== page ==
For ages, man has fancied having robots as pets. In fact, there are numerous robopets (artificially intelligent machines that look like animals) on the market—Justocat (cat), Aibo (dog) and Cuddler (bear). They can be programmed to simulate the actions of animals and some of them can even perform the role of service robots.
Amazon recently unveiled a “home robot” called Astro. It essentially is a screen and a camera on wheels. It is two feet tall and it weighs about 10kg. You can say it looks like a dog, with a rectangular screen that features two orbs for eyes. It can move around on the two wheels (no steps, please) and check for unusual events using its camera and sensors. The periscope camera can recognise faces (a double-edged sword, given the privacy concerns) and can even warn you of intruders. An Amazon commercial shows it even delivering a can of beer across the house.
A household robot is an enticing proposition; more so when it is from Amazon, considering that the company has already created an ecosystem with its Echo smart assistants and Ring video doorbells and cameras. Astro can communicate with these devices. Interestingly, Astro performs most functions on its own hardware, not on Amazon’s servers. That, however, does not alleviate the privacy concerns, considering Amazon’s patchy record.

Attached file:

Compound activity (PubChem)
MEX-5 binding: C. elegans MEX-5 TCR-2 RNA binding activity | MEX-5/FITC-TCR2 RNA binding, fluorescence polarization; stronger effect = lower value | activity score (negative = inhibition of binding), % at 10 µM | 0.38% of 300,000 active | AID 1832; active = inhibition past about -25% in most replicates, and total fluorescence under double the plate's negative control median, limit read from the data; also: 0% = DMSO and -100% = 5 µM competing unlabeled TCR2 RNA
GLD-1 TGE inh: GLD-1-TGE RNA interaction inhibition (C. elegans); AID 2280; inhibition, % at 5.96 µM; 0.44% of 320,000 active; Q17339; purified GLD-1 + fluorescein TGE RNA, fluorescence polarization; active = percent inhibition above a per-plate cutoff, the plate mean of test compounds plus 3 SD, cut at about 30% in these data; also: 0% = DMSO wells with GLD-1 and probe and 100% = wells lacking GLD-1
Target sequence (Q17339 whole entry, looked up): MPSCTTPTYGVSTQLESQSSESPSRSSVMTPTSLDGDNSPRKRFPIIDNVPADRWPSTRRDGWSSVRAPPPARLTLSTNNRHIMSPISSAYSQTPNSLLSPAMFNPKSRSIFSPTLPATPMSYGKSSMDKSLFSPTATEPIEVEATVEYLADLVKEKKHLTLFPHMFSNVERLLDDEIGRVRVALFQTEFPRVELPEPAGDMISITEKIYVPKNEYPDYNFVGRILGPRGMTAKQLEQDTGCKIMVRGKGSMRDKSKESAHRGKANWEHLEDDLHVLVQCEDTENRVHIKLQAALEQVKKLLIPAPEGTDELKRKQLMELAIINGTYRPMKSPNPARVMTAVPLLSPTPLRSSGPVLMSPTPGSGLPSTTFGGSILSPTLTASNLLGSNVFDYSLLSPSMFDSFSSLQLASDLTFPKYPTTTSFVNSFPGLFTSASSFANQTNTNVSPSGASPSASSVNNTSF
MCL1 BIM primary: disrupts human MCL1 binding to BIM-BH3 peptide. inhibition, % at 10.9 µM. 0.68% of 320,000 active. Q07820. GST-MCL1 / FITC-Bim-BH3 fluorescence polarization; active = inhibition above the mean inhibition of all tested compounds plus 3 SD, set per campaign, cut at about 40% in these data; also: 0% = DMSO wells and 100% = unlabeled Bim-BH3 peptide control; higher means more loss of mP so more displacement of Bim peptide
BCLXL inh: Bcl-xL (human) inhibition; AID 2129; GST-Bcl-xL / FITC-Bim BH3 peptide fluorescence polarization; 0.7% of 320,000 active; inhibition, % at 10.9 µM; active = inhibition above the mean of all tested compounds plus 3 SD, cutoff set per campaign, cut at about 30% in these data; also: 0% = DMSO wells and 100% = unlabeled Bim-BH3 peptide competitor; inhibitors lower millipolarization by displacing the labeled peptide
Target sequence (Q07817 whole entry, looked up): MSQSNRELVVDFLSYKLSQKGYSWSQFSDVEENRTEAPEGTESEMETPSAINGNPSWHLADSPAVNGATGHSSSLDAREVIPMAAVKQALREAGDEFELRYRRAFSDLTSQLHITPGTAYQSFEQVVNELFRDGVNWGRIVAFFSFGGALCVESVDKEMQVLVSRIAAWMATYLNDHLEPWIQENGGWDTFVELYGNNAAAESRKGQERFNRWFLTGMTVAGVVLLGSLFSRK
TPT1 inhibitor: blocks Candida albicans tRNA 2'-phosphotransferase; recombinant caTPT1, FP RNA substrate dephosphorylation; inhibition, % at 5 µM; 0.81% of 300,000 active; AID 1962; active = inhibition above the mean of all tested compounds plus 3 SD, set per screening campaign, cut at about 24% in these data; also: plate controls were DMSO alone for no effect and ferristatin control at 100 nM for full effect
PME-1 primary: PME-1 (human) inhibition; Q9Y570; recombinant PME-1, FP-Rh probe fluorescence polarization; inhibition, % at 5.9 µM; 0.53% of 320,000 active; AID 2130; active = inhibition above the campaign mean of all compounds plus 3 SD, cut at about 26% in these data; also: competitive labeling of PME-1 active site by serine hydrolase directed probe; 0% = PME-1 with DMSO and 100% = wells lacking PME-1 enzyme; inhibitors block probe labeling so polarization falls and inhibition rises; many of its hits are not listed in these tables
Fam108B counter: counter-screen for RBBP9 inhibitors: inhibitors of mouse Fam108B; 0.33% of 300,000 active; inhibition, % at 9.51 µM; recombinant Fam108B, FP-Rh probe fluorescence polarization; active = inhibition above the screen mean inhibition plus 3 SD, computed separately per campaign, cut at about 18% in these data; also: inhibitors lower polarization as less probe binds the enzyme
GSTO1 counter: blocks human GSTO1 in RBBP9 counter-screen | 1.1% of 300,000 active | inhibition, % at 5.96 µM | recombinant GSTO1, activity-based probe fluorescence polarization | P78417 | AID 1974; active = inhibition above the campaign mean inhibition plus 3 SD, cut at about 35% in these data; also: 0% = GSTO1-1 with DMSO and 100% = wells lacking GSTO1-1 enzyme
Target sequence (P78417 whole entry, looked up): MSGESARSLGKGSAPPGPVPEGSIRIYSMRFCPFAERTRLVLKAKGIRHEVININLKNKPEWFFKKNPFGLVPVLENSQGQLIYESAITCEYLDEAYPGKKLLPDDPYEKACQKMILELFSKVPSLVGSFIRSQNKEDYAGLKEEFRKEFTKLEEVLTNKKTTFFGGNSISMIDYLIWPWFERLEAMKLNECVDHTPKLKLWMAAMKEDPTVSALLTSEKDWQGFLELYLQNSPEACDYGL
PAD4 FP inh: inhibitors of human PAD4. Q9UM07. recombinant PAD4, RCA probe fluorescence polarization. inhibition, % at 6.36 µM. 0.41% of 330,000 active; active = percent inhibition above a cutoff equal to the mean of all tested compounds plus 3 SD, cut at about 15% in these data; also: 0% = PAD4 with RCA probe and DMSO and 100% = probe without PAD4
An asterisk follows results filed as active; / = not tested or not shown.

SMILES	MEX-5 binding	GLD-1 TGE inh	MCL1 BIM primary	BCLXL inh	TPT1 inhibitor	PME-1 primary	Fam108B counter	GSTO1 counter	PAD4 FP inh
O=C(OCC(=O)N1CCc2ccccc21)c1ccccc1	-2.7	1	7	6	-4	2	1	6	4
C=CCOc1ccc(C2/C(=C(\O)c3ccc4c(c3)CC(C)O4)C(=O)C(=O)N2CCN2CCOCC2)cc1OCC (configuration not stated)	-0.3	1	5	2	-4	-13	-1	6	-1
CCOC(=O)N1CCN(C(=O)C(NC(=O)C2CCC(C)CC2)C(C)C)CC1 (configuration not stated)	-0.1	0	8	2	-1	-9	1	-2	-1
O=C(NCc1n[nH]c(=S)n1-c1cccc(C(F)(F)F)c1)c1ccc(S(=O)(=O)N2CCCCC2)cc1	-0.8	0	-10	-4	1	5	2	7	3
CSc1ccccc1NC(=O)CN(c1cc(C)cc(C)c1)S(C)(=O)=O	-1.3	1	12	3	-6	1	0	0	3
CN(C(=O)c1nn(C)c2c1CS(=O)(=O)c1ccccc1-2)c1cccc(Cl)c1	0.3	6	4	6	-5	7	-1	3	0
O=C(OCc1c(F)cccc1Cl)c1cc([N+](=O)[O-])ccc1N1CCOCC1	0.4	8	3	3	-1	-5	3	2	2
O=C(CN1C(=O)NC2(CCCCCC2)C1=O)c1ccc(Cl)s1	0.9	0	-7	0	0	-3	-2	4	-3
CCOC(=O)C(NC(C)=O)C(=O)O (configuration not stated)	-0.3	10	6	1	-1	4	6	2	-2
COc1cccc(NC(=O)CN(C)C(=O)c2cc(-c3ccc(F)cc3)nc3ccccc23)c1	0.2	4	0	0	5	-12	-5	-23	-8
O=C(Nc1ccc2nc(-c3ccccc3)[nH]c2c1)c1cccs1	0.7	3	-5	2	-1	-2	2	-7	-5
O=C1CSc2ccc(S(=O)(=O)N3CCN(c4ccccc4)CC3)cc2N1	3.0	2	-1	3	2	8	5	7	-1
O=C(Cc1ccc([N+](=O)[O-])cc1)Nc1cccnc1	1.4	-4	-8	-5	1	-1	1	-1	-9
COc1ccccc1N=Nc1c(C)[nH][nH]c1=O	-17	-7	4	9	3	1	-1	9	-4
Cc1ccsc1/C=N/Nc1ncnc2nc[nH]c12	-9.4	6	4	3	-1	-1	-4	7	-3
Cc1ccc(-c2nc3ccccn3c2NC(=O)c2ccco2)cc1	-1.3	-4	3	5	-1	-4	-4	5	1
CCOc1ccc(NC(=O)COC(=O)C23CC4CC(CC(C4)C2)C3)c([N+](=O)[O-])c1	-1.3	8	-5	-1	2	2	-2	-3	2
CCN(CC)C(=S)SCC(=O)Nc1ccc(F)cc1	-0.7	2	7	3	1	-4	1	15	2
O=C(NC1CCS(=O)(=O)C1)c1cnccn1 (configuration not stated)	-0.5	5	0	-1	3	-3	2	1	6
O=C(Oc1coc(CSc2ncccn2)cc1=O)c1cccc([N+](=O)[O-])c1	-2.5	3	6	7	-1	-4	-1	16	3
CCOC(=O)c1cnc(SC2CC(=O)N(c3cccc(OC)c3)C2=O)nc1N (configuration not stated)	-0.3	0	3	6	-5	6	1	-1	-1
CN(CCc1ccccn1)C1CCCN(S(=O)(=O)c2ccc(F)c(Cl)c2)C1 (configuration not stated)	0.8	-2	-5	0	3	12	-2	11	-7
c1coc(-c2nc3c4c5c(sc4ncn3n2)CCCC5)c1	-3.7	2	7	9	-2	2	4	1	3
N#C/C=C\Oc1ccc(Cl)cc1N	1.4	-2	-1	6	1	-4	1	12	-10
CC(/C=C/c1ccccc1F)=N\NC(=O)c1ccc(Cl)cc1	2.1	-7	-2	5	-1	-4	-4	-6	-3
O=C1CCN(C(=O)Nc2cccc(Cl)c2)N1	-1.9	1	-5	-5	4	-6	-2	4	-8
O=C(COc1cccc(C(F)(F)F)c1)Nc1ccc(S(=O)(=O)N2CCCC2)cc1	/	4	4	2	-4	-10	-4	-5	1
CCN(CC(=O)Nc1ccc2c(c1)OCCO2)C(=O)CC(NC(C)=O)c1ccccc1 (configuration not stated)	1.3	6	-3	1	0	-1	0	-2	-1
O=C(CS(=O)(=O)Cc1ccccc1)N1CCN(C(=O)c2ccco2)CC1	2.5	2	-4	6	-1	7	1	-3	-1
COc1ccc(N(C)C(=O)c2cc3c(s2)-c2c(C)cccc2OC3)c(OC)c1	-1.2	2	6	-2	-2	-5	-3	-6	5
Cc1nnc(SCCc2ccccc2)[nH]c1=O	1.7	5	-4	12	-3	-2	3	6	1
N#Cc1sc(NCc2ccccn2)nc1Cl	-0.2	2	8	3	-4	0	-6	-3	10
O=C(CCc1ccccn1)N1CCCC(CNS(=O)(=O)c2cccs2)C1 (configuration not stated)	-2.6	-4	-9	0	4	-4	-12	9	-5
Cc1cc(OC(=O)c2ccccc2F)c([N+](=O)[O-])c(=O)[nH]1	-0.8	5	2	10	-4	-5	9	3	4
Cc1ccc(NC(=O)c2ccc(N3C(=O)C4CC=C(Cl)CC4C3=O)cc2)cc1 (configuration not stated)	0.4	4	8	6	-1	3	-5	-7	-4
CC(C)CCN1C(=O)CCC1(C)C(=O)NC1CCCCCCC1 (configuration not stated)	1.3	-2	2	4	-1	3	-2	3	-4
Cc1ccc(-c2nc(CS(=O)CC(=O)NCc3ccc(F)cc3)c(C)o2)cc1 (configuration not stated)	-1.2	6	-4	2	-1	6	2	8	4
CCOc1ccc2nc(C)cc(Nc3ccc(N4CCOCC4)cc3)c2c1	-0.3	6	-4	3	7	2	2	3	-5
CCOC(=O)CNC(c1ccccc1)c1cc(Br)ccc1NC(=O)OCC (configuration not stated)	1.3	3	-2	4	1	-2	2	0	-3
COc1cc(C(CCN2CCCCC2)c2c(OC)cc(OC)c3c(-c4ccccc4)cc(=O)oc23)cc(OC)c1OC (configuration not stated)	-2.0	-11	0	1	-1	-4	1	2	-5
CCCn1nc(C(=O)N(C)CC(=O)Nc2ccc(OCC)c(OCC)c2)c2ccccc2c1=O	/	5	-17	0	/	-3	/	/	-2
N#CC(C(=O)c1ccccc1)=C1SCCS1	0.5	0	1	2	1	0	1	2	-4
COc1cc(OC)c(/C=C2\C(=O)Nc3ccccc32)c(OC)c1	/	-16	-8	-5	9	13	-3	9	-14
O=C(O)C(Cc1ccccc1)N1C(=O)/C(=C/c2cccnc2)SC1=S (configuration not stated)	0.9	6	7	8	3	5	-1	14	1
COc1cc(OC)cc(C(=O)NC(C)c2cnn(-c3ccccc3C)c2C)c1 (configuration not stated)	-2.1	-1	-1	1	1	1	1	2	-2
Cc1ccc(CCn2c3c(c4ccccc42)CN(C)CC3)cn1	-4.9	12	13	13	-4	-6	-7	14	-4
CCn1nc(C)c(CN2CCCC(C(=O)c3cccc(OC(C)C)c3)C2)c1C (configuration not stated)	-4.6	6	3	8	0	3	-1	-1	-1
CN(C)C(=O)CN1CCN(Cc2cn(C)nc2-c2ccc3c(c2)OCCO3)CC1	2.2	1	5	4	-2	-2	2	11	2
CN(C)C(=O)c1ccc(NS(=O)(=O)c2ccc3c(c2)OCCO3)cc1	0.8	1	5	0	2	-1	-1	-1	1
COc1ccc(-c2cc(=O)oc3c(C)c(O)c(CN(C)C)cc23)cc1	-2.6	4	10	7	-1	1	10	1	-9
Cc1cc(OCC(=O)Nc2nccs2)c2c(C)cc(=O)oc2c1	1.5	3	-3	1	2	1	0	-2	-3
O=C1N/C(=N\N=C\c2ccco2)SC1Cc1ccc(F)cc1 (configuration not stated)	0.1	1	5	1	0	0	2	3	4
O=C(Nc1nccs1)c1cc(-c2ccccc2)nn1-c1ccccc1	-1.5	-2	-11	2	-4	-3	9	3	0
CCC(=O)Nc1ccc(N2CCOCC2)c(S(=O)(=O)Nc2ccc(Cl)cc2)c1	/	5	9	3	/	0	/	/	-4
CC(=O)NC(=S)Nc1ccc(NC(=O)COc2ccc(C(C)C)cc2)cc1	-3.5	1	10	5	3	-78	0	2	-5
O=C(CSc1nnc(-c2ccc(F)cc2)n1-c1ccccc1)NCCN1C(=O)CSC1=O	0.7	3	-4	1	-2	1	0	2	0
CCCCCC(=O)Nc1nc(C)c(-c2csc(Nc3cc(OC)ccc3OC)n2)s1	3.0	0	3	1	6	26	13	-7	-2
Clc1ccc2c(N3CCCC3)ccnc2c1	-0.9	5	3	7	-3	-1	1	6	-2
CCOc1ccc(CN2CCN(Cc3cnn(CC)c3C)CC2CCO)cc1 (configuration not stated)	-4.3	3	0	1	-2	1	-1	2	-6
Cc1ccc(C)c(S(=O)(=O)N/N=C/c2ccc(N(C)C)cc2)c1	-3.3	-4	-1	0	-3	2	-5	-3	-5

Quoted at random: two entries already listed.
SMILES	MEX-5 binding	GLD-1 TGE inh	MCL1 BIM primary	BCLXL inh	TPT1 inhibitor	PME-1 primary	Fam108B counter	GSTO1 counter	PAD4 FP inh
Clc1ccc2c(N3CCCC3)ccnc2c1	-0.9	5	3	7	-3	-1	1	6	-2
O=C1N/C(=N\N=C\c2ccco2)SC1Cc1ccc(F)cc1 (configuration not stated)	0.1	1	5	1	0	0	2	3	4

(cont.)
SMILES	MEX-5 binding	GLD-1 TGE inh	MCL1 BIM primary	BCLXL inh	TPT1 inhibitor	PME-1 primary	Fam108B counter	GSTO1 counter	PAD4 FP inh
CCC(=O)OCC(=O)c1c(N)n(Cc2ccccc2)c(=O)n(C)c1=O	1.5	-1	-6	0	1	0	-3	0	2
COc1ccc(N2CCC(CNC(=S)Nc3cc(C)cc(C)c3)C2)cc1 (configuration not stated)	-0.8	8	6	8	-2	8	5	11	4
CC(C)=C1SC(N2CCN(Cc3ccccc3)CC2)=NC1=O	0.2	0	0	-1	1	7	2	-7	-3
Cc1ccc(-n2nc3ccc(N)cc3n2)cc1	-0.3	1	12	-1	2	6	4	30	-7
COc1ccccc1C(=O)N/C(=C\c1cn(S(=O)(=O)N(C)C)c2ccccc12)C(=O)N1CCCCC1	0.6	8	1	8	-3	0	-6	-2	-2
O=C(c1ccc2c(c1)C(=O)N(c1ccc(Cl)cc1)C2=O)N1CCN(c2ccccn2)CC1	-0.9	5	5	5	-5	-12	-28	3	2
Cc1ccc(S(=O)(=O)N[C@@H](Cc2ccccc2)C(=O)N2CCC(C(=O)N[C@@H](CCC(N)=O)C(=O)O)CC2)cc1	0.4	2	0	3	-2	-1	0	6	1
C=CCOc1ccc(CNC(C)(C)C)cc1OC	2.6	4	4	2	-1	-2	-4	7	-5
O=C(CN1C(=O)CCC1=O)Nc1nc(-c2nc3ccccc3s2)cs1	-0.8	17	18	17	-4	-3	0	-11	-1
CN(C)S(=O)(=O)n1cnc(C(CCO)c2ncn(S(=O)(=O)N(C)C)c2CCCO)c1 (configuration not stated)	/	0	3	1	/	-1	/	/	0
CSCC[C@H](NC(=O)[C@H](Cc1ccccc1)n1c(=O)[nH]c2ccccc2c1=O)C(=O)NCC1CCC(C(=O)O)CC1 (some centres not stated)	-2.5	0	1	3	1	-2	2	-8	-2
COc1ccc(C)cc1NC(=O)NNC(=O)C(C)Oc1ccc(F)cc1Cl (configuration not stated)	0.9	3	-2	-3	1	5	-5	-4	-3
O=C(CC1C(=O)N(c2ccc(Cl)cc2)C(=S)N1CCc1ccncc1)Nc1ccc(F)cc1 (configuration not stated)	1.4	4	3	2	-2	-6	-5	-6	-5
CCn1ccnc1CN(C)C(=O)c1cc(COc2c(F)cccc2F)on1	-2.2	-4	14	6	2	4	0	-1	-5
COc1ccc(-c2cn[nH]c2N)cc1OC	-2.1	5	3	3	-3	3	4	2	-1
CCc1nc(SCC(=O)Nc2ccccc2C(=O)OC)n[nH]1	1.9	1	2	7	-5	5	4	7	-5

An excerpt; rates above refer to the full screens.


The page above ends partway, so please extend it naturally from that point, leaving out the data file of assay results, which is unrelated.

Amazon’s might as an e-commerce platform makes any product a sellable product. But it is not just that. Unlike most robopets, Astro is not purposeless, which will work in its favour when purchasing decisions are made.
Few companies have been successful in selling mainstream consumer robots, mostly because of their limited capabilities and inability to serve any purpose. But some of them have created cult followings. Jibo, the first ‘social robot’ was quite a hit and people mourned when its makers shut down its servers. Sony, which started making Aibo robo dogs in 1999, now sells one with artificial intelligence and facial recognition technology. Its target consumer, however, is niche.
Many studies have shown that owners can become attached to robopets. Even robotic vacuum cleaners (perhaps the closest thing to a robot most people have at home), evoke such emotions and are often given names by owners (I know a colleague). Well, what’s better than a pet that works like a robot?